• Since the last year, it has been delivering that item by using BT’s domestic network and individual connections from C and W to people who have indirectly engaged with the company networking. Here, it has also arranged of itemised pricing and attributes packages associated with customisation process that effort had resulted in merely 252000 users enjoying its broadband service.
  • To increase the level of sophistication and competitive dynamics, Virgin had introduced a web-based portal as viginmedia.com, which proves its multi-performance in transmitting movies, music and TV functions. Rather than many other similar types of e- tailors, customers like to administer their mail accounts and customer care data easily via the Virgin website, which is also generating supplementary profits through search engines and advertisement. The company is experiencing an extreme level of competitive uniqueness by using cross-promotion of the overall range of products. Recent year has identified for making extra amusement and customer care factors in the corporate website through an influence on managing and controlling online accounts and support services.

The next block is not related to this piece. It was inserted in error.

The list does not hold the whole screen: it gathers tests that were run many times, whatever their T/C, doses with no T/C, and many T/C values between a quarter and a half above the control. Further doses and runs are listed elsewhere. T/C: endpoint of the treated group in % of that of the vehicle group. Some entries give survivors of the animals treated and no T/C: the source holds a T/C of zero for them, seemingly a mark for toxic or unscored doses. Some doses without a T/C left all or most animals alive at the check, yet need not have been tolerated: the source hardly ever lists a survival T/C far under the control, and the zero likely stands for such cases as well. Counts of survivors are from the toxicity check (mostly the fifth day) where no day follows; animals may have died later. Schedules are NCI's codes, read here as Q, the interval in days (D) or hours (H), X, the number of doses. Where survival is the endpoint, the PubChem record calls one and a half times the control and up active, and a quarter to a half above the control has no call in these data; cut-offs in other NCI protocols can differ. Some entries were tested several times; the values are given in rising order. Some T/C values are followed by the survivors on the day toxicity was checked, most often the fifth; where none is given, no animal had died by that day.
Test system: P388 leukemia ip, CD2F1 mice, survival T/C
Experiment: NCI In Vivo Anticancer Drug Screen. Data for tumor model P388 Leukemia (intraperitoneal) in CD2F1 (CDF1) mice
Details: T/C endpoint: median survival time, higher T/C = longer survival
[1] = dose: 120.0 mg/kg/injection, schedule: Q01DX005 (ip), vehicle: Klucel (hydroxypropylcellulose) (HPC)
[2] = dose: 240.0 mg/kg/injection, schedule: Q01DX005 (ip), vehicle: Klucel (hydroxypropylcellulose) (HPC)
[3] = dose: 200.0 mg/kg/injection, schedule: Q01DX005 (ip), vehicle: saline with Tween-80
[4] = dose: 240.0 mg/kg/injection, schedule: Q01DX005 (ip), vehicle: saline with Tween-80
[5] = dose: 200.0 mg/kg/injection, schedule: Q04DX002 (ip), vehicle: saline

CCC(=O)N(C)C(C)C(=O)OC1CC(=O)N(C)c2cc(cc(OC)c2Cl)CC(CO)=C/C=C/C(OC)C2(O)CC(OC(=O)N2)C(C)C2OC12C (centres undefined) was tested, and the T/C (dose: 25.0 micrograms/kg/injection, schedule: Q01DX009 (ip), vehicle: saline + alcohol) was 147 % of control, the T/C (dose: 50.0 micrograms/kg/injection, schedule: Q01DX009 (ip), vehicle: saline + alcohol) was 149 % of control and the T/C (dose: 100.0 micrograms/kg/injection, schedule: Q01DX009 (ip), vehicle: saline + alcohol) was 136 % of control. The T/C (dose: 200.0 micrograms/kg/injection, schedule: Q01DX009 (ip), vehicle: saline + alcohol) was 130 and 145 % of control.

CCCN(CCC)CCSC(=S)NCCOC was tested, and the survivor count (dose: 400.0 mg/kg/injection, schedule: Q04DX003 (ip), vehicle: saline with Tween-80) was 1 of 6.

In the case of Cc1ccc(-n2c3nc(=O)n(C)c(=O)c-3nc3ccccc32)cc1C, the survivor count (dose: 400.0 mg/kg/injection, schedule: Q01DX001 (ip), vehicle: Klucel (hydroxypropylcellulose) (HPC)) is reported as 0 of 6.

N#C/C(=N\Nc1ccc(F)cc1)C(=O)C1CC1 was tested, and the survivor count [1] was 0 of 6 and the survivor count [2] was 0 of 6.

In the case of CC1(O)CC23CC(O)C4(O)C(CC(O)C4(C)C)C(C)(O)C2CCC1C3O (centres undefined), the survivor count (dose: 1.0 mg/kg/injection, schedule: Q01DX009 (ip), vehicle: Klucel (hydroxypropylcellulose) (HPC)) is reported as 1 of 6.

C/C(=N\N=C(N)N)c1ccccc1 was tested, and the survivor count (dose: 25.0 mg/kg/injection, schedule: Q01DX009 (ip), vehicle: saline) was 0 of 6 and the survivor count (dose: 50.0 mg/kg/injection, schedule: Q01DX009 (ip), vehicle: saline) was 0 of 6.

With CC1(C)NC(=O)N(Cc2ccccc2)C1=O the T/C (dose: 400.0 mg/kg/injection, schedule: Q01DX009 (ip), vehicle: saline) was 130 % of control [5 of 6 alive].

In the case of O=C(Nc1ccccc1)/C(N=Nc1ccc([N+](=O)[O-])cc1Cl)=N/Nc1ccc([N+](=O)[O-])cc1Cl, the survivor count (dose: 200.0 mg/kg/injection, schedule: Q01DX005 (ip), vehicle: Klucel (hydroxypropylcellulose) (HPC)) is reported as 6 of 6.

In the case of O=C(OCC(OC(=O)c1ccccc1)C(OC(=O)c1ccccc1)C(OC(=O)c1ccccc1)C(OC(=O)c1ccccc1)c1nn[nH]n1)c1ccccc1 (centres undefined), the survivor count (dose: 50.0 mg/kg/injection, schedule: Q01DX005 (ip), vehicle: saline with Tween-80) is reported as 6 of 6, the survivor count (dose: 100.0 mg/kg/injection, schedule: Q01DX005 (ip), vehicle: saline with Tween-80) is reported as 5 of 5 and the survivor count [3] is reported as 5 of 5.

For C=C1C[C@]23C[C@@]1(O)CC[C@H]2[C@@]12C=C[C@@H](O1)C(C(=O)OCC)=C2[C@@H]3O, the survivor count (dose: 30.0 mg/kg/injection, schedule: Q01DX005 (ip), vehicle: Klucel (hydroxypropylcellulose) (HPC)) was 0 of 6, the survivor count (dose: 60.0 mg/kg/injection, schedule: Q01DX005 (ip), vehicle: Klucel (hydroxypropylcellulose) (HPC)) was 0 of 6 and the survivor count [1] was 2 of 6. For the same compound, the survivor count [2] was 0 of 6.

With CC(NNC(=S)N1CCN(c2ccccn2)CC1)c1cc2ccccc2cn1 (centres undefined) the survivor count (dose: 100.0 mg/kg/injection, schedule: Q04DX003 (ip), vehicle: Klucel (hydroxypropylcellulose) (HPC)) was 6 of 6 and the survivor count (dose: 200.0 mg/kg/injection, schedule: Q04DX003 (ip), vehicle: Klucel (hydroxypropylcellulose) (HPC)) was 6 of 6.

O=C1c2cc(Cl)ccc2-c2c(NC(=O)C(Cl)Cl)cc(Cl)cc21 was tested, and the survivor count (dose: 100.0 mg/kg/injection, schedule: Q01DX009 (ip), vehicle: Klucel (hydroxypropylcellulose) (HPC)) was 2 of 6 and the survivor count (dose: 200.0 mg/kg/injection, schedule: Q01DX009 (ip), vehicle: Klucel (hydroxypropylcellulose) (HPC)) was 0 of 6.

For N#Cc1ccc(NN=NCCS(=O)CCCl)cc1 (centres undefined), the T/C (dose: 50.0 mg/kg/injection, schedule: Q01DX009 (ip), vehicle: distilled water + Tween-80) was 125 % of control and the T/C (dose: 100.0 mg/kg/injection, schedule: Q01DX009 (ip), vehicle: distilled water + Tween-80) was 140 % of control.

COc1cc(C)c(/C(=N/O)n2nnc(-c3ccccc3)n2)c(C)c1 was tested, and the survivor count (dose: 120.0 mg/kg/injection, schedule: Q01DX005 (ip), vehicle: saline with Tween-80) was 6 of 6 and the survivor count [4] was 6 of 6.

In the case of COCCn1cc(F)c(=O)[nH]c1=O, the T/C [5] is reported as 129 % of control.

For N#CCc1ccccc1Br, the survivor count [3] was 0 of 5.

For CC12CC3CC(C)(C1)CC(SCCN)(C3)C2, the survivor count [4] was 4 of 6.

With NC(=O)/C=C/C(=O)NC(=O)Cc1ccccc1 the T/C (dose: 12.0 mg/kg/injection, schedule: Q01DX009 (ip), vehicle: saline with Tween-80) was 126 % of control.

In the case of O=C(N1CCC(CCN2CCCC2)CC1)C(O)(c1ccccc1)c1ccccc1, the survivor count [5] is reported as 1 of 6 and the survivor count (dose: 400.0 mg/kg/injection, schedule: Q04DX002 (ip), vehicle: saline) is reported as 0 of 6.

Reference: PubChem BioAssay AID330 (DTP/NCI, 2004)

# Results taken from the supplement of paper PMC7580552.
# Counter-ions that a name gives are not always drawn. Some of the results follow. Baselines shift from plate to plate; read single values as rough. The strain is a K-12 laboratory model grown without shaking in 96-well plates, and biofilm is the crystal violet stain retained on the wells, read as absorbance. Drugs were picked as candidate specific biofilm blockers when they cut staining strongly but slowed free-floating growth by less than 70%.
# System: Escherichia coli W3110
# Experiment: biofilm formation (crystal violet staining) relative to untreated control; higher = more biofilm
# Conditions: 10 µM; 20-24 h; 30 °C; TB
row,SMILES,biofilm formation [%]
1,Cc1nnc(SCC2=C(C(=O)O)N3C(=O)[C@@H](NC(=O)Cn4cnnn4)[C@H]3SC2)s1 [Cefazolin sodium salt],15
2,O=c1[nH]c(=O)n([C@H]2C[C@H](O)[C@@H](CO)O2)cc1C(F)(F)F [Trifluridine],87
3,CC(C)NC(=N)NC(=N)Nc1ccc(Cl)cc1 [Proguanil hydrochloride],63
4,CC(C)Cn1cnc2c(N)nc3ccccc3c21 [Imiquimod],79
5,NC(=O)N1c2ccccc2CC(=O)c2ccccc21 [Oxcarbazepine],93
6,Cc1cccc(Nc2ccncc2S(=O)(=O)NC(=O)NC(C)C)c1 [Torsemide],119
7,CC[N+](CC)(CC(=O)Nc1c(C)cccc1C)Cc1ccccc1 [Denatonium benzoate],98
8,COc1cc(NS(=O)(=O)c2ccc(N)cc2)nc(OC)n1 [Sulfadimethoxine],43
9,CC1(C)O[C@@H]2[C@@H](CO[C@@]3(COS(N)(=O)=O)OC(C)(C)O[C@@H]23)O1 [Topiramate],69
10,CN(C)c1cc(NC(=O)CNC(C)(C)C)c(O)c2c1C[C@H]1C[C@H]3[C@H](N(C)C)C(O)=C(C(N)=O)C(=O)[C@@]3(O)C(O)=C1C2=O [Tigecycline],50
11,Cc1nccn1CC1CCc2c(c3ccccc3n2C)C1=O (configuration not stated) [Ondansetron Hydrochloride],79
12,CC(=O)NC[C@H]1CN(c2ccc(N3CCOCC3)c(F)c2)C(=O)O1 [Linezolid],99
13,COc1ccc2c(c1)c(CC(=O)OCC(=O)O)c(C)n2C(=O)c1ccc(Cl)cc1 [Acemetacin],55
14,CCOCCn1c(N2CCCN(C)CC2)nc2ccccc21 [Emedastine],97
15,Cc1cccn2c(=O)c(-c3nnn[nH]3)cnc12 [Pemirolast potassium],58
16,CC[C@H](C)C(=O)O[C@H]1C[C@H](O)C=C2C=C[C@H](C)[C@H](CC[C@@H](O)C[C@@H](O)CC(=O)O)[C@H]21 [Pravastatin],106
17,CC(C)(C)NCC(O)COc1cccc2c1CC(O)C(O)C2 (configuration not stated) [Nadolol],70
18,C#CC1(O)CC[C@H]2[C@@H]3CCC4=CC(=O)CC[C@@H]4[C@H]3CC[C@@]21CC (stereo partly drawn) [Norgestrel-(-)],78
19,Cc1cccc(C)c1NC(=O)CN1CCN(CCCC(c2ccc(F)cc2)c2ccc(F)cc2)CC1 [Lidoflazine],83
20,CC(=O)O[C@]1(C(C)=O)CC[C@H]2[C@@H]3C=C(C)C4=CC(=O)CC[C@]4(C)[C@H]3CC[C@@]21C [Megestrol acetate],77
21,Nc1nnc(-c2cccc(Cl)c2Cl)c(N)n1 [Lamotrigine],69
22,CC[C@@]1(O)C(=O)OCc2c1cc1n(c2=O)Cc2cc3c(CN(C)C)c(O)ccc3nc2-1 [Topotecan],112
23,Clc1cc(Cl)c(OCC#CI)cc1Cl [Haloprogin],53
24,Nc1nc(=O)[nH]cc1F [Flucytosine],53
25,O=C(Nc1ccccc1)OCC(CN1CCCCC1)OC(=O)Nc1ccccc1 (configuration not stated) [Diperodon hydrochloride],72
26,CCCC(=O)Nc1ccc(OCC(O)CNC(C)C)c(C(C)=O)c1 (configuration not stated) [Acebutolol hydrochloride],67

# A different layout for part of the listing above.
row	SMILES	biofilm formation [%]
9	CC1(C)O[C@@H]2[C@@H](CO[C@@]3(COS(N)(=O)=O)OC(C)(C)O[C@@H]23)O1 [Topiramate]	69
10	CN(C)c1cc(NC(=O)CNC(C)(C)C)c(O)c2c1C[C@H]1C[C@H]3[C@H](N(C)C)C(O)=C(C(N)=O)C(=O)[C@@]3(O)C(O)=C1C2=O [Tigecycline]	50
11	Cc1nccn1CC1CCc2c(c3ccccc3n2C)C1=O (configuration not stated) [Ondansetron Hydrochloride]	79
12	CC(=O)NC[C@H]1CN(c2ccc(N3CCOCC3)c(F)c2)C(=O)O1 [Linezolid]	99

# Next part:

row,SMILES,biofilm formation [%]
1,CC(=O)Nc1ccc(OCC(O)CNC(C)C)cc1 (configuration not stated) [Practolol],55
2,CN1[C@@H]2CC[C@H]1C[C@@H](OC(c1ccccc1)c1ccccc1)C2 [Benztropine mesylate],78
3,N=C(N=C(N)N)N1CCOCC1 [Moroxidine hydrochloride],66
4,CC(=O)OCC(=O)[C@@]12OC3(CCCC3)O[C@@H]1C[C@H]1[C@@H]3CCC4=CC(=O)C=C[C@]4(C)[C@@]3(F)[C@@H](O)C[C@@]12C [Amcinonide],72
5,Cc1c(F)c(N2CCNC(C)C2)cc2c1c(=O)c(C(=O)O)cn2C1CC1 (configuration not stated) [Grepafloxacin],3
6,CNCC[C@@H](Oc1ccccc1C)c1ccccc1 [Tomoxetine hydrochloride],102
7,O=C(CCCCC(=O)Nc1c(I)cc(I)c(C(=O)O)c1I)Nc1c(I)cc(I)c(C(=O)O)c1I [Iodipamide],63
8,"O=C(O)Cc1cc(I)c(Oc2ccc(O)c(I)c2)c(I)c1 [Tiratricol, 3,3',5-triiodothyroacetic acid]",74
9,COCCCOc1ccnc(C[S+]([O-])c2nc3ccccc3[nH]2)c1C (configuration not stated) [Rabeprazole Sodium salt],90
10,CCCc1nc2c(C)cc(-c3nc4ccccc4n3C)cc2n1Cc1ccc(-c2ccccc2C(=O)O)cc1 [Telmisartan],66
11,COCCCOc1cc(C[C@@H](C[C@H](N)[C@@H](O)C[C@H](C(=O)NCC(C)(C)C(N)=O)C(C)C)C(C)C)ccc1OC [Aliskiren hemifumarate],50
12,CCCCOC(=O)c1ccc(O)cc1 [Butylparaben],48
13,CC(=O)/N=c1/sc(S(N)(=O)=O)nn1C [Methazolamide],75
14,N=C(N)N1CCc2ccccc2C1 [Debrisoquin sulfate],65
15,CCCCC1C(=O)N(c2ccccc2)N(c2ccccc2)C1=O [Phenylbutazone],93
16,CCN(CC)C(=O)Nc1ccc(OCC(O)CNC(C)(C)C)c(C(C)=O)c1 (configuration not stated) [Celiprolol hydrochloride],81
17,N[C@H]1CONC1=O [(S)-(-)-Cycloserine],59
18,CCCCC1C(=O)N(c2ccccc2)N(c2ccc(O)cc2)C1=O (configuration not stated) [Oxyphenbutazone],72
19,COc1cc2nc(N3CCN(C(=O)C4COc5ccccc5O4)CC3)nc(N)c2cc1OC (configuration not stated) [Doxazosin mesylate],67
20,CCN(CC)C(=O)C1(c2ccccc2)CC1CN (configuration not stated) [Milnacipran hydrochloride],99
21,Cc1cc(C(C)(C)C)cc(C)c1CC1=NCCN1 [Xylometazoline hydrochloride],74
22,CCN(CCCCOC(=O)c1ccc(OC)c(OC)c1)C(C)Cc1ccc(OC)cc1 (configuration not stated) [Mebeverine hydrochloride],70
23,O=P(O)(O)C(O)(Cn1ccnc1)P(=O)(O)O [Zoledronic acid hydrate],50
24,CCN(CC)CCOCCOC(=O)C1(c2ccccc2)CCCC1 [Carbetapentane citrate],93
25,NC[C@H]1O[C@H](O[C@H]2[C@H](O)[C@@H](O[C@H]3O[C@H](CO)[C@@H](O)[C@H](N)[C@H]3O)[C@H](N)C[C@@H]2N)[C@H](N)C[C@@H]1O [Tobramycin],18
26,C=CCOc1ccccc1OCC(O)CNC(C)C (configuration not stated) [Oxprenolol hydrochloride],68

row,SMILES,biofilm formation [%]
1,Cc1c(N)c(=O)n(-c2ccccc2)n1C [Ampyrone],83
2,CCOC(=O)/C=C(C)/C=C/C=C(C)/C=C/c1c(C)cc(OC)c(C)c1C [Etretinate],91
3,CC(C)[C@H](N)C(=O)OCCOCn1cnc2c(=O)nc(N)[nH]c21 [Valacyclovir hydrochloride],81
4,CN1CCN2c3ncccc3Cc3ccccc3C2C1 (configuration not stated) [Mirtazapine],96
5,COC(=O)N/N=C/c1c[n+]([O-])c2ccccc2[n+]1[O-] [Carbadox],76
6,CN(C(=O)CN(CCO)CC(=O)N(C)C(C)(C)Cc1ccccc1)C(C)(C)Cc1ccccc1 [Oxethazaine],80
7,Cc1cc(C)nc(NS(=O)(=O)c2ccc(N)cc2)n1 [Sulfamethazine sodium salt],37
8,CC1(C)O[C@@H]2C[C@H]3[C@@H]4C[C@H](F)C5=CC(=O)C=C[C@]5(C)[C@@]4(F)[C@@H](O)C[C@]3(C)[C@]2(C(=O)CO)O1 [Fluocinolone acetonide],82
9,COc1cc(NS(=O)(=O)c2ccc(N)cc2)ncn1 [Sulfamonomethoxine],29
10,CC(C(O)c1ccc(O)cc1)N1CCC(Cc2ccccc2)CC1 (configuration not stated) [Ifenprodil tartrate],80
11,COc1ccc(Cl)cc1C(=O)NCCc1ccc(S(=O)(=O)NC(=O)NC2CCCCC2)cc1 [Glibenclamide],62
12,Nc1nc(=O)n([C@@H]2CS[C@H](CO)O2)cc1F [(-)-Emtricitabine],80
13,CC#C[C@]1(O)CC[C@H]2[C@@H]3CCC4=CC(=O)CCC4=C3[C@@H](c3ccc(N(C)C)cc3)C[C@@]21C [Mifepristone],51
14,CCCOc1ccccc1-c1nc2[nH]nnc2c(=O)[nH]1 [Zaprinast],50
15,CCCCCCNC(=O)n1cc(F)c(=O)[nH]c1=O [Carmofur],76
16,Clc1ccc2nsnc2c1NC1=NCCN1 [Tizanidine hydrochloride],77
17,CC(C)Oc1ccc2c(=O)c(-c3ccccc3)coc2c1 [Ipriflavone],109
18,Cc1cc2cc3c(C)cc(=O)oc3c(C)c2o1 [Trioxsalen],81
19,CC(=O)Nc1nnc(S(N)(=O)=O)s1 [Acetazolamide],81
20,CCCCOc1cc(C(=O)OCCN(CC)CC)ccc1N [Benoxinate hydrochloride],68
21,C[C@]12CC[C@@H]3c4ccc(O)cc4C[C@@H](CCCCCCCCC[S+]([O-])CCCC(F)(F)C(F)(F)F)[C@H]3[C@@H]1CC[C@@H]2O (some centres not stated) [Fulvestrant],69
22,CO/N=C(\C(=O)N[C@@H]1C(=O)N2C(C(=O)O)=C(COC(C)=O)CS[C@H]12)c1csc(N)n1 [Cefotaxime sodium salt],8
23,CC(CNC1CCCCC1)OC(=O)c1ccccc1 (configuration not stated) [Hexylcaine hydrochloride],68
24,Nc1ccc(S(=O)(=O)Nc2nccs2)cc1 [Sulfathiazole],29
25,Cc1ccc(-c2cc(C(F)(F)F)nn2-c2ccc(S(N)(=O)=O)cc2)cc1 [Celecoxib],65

Diversification in manufacturing of cable and dish TV

Figueiredo (2000, p.15) explained that Virgin is one of the most prominent companies in the UK in supplying a greater range of analogue and digital as ATV and DTV to more than 3.6 million households while most of them are DTV users. The company keeps its technological expertise and practical capability in implementing e- techniques in such products via increasing accessibility of more channels, high-tech interactivity, and the like. ATV also serves more than 60 channels; in contrast, DTV users are able to get an integrated VOD facility, which has generally referred to as “Virgin TV on Demand”. Further, its networking effort allows the company for serving a broader range of communicative advantages termed as “always-on” linkage from root network to viewer’s living point. Examples of various integrative amusements involve e-mails, games, news, on-screen information procedure. Other than the “red button” function has very much popular today conducted with BBC and other commercial newscasters in whom the former one is highly useful that permits a customer to press the red button and view the preferred item. Another notable item by which Virgin acquires wider appreciation from its audiences is giving of free-to-air DTV service that accumulates more than 40 equal channels along with radio VOD access. Some other facts are: